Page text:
Find out the latest indie author news. For FREE.

Laura Anne Bird
Crossing the Pressure Line

Middle Grade; General Fiction (including literary and historical); (Market)

Crossing the Pressure Line is a contemporary middle grade novel that presents a plucky, deeply reflective heroine who grieves the untimely loss of her grandfather, puts her self-confidence to the test, and learns how to listen to the courageous voice inside.
Bird’s engaging, heartfelt debut for middle-grade readers follows 13-year-old Clare Burch as she struggles to define herself and overcome her guilt and grief after the death of her beloved Grandpa Anthony. In his will, Anthony specified that he wanted his ashes scattered at wild, windswept Lake Alwyn in Wisconsin, but he also wanted Clare—along with her high-strung mother, Helen, and her spoiled, indoorsy Grandma Lulu—to live there in his rural cabin for two months. Everyone is upset about this for their own reasons: Helen will miss teaching summer art classes, Lulu will be in a different state from her hairdresser, and Clare won’t see her friends or compete in summer swim meets.

Despite their misgivings, the three generations of women make the trip north from Chicago. To help cope with her sadness, Clare sets three goals that she thinks would make her grandfather proud: she aims to make a new friend, swim to the island and back without a life jacket, and catch a musky with her fishing rod from Anthony. Watching Clare accomplish each of these tasks will be rewarding for young readers who are also trying to define themselves. As an added bonus, Clare’s mother and grandmother are funny, troubled, fleshed-out characters, which will encourage kids to take a compassionate look at the adults in their own lives

Clare is a warm, determined, and friendly character, in a way that is relatable and inspiring. Young teens will find her journey of self-discovery similar to what they and their friends are experiencing. “I’m changing into something that was there all along, I just didn’t know it,” she says. Ultimately this spirited book serves as a valuable reminder that the things we dread can be adventures in disguise, waiting to help us become better, truer versions of ourselves.

Takeaway: An engaging middle-grade read that follows a 13-year-old girl on a quest of self-discovery following the death of her grandfather.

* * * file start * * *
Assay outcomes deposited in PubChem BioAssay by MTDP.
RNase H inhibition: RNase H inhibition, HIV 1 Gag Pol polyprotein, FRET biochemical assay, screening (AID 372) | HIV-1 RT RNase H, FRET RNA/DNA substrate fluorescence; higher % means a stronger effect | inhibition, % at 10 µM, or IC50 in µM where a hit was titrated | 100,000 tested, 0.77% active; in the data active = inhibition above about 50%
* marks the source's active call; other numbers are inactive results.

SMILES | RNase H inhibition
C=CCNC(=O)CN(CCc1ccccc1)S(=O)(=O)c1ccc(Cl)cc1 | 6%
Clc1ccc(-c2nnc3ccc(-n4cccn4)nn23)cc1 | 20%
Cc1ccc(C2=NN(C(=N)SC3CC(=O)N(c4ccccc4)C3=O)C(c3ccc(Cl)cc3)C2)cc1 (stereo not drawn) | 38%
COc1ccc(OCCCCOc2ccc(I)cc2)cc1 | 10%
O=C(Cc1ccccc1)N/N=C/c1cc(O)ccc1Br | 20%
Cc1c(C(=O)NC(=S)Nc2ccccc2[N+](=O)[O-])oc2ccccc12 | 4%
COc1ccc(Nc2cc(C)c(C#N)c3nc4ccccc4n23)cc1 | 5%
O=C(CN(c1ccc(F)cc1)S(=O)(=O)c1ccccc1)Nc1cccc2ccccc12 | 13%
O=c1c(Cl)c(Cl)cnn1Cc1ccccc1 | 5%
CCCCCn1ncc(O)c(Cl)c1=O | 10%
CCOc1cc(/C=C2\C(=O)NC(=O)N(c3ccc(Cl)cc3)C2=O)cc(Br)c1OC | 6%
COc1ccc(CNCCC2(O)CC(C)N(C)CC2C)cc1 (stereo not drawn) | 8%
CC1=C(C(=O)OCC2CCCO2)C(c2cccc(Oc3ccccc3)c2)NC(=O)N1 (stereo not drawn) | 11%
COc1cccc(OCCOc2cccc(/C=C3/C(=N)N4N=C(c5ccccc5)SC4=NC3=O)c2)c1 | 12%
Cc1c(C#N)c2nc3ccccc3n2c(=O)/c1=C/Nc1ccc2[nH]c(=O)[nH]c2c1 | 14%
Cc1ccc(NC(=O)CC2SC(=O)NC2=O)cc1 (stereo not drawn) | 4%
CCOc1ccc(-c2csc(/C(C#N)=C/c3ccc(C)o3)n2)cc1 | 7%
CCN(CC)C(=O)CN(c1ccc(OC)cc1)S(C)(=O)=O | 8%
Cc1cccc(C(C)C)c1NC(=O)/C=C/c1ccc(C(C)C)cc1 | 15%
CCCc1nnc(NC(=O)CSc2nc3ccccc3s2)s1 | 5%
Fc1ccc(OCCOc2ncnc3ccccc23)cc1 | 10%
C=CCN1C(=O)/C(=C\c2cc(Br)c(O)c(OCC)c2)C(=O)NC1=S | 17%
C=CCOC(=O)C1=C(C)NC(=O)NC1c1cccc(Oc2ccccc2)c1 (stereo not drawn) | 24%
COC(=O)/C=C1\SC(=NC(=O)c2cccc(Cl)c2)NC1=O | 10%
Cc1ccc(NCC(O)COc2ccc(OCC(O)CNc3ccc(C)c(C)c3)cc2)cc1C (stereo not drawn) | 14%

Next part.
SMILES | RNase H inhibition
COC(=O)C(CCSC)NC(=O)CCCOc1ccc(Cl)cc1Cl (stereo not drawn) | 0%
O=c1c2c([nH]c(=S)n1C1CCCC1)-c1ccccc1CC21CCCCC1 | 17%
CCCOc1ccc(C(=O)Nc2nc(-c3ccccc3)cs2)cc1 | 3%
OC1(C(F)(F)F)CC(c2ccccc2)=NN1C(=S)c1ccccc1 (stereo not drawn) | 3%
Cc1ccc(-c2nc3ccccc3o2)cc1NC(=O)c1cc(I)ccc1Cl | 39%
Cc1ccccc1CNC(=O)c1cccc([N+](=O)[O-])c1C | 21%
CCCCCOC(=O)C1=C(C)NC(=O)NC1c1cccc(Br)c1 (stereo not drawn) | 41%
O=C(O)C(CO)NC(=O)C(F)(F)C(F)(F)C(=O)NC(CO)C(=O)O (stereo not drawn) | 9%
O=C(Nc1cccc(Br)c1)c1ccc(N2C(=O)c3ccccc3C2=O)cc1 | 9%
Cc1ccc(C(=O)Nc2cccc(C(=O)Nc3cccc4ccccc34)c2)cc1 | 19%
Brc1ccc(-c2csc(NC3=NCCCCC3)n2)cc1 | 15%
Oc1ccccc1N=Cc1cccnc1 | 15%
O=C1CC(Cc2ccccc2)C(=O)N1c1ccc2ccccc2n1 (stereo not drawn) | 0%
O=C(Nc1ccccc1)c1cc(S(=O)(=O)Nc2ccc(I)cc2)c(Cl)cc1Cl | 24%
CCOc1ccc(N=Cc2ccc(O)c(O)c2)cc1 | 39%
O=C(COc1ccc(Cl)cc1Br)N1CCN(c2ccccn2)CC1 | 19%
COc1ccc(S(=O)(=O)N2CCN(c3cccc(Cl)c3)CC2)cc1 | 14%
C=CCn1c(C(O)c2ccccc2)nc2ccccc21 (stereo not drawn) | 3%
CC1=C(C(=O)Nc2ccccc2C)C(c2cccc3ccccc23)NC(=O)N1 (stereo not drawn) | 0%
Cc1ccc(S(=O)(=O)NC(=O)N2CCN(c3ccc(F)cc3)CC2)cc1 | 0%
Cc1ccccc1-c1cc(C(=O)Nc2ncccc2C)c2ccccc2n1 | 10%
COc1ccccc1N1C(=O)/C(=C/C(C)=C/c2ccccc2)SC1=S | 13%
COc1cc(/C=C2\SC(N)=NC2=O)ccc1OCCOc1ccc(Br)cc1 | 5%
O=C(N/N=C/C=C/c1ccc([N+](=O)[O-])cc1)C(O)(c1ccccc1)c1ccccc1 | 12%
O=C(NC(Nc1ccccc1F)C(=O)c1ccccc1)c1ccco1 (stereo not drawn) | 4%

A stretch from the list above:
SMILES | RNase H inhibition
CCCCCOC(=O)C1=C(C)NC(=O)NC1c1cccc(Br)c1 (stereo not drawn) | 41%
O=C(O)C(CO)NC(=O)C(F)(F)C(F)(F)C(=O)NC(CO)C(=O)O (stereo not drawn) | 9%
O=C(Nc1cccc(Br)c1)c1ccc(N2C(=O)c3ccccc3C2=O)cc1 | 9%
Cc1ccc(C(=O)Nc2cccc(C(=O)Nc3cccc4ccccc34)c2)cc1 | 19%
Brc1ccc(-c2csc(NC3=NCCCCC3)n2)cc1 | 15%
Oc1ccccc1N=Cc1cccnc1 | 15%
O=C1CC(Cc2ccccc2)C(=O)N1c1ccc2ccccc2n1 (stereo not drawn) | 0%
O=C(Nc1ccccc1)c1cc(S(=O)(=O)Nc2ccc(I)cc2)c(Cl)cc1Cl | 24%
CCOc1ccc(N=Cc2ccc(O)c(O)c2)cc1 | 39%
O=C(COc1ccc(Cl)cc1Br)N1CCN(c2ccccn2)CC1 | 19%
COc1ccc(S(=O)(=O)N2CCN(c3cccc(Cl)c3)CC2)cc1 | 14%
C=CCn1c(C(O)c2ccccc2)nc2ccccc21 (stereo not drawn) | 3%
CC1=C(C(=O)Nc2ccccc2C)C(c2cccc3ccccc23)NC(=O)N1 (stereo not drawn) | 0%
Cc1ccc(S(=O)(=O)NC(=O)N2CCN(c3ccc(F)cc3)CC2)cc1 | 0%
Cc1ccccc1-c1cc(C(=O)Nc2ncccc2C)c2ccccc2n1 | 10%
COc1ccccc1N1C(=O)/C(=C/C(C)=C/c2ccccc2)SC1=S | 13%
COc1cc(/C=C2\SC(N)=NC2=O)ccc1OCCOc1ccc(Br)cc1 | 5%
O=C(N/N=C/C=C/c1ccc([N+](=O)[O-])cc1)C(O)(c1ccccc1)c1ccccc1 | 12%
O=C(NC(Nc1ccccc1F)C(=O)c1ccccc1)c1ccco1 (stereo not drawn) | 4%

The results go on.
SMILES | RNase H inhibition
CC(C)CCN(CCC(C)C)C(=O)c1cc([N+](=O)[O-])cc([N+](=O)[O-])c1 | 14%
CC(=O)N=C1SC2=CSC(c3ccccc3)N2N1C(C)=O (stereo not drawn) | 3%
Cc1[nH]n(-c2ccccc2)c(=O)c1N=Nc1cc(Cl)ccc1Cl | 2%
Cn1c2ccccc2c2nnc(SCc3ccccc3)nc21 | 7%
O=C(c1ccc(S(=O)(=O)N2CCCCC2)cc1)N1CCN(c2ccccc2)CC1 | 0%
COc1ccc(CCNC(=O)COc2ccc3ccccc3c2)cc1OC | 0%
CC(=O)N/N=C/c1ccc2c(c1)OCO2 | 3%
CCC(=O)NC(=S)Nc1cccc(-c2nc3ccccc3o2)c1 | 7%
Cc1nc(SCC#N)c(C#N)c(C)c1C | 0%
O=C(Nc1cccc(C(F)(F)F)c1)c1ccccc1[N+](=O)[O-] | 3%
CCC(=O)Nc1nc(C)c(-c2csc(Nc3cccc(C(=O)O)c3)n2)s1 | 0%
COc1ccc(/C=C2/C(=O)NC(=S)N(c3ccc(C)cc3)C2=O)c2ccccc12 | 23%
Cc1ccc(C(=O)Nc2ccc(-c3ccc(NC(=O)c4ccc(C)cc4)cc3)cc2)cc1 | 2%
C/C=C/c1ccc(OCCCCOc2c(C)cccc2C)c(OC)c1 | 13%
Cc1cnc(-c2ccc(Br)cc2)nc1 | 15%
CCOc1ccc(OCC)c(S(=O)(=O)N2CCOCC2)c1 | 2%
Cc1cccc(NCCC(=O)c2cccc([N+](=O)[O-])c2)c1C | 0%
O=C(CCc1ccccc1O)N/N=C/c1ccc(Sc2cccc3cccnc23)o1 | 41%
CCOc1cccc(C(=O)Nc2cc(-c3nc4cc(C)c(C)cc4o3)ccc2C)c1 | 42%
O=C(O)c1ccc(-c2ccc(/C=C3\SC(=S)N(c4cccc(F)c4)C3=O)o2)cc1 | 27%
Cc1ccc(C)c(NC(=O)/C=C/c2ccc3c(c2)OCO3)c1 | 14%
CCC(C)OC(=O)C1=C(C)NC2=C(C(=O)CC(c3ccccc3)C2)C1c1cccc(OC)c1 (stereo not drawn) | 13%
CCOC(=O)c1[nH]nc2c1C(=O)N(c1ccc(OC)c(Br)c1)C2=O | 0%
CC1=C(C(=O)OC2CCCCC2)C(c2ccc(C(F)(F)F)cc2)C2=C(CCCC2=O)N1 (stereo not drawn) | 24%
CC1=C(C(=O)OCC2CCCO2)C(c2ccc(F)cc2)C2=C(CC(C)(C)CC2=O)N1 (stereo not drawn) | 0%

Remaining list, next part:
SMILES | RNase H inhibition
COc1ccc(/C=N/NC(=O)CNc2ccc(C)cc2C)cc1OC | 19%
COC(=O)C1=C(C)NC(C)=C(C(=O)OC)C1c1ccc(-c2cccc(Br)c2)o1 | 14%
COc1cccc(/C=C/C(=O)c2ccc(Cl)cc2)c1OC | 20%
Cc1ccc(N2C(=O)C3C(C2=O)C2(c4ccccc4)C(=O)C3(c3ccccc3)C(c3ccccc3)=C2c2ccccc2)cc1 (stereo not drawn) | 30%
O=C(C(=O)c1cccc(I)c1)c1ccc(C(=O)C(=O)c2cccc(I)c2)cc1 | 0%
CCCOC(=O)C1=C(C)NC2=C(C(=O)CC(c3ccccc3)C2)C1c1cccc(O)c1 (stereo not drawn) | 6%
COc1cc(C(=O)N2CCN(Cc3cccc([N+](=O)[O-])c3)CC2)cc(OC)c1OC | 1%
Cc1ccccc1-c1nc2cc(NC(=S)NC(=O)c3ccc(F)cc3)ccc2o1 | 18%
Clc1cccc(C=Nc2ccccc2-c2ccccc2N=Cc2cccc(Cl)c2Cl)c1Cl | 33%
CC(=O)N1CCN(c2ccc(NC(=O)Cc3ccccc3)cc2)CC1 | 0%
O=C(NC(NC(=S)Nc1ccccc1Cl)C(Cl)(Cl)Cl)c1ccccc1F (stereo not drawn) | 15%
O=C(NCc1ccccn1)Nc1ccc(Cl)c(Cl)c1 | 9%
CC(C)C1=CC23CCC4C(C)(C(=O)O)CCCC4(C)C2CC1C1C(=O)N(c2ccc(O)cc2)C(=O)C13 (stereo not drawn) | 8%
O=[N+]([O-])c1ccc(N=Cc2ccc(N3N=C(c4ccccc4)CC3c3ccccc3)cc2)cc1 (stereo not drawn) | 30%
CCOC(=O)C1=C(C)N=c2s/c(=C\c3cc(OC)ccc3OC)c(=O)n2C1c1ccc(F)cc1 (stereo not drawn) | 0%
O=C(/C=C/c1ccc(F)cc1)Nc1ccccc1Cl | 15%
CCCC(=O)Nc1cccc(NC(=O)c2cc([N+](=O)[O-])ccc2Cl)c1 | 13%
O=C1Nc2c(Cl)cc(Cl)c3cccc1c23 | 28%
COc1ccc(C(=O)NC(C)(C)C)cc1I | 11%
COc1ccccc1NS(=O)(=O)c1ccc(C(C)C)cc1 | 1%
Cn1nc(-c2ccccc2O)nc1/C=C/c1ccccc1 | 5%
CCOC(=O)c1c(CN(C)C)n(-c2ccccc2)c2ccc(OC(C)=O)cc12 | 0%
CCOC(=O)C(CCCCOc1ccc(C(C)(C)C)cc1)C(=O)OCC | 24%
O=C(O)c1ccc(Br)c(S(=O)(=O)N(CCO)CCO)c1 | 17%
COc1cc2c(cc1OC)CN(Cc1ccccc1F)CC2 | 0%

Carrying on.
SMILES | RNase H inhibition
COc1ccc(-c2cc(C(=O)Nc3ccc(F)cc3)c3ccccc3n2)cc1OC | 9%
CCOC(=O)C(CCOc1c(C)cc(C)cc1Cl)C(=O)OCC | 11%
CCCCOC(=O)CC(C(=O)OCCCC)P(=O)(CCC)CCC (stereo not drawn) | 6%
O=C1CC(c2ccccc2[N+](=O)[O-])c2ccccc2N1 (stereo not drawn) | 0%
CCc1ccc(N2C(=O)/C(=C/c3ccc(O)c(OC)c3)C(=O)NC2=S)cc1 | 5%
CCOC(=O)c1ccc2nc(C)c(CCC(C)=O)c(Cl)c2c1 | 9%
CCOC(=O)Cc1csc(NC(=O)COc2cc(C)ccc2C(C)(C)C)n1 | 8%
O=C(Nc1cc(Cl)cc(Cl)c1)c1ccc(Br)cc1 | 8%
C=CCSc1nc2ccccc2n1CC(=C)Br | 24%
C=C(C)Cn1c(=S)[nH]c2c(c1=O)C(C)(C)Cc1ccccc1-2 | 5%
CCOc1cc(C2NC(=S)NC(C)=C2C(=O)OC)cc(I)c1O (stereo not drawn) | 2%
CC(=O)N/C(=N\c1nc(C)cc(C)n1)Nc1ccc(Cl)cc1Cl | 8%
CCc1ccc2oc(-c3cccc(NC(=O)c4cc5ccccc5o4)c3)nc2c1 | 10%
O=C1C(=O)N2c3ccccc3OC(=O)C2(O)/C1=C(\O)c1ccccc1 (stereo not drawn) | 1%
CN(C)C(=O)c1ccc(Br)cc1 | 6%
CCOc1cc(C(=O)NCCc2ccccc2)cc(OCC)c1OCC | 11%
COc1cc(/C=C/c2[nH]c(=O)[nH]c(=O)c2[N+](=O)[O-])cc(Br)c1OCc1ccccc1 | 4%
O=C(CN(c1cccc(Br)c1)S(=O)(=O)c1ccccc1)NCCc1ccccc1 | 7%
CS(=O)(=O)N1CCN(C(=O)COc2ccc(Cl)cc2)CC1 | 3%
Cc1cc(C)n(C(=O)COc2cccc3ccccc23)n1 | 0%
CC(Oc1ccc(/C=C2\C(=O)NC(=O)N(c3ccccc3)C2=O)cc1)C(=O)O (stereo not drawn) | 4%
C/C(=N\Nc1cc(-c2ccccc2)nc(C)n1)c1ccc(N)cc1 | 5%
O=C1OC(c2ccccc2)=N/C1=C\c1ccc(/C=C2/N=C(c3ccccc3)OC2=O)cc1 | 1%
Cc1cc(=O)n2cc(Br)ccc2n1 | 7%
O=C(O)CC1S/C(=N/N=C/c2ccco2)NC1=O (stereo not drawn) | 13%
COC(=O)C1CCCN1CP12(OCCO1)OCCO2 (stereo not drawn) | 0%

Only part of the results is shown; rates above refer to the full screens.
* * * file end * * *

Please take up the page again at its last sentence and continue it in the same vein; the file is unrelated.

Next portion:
Great for fans of: Marie Miranda Cruz’s Everlasting Nora, Amanda Rawson Hill’s The Three Rules of Everyday Magic.

Production grades
Cover: B+
Design and typography: A
Illustrations: N/A
Editing: A
Marketing copy: B+

Kirkus Reviews

A young girl finds purpose in life after losing a loved one in Bird's debut middle-grade novel... Bird craftily balances the family's story with beautiful descriptions of Wisconsin landscapes while focusing on Clare's emotions and realizations as she learns to believe in herself and to accept the loss of a loved one. The characters are relatable and sometimes quite funny, and Clare's ruminations are thoughtful yet appropriate for a girl her age... An evocative story about recovering from grief for readers of any age.

Midwest Book Review

Laura Anne Bird gives middle grade readers a multifaceted story that examines a feisty young girl's upward momentum as she works through her grief and faces new tests and opportunities during a summer that changes everything... This realistic account of loss and adjustments stands head and shoulders above most middle grade stories of family grief. It recounts not just Clare's adaptations and challenges, but those of her family, as everyone makes different, new decisions for their futures.

The Prairies Book Review

Healing and self-realization come from unexpected places in Bird's outstanding debut middle grade novel... Bird paints a vivid and profound picture of Clare's loss and lingering grief after she loses her grandfather, and she's equally compelling at portraying Clare's journey thereafter that challenges her to find her inner strength and voice. Along the way, she celebrates the kindness of the tight-knit community of Wisconsin, with the richness of its small-town culture and resilient spirit. Both a poignant exploration of the tough reality of recovering from loss and an inspiring journey of self-discovery, the novel makes for a must read.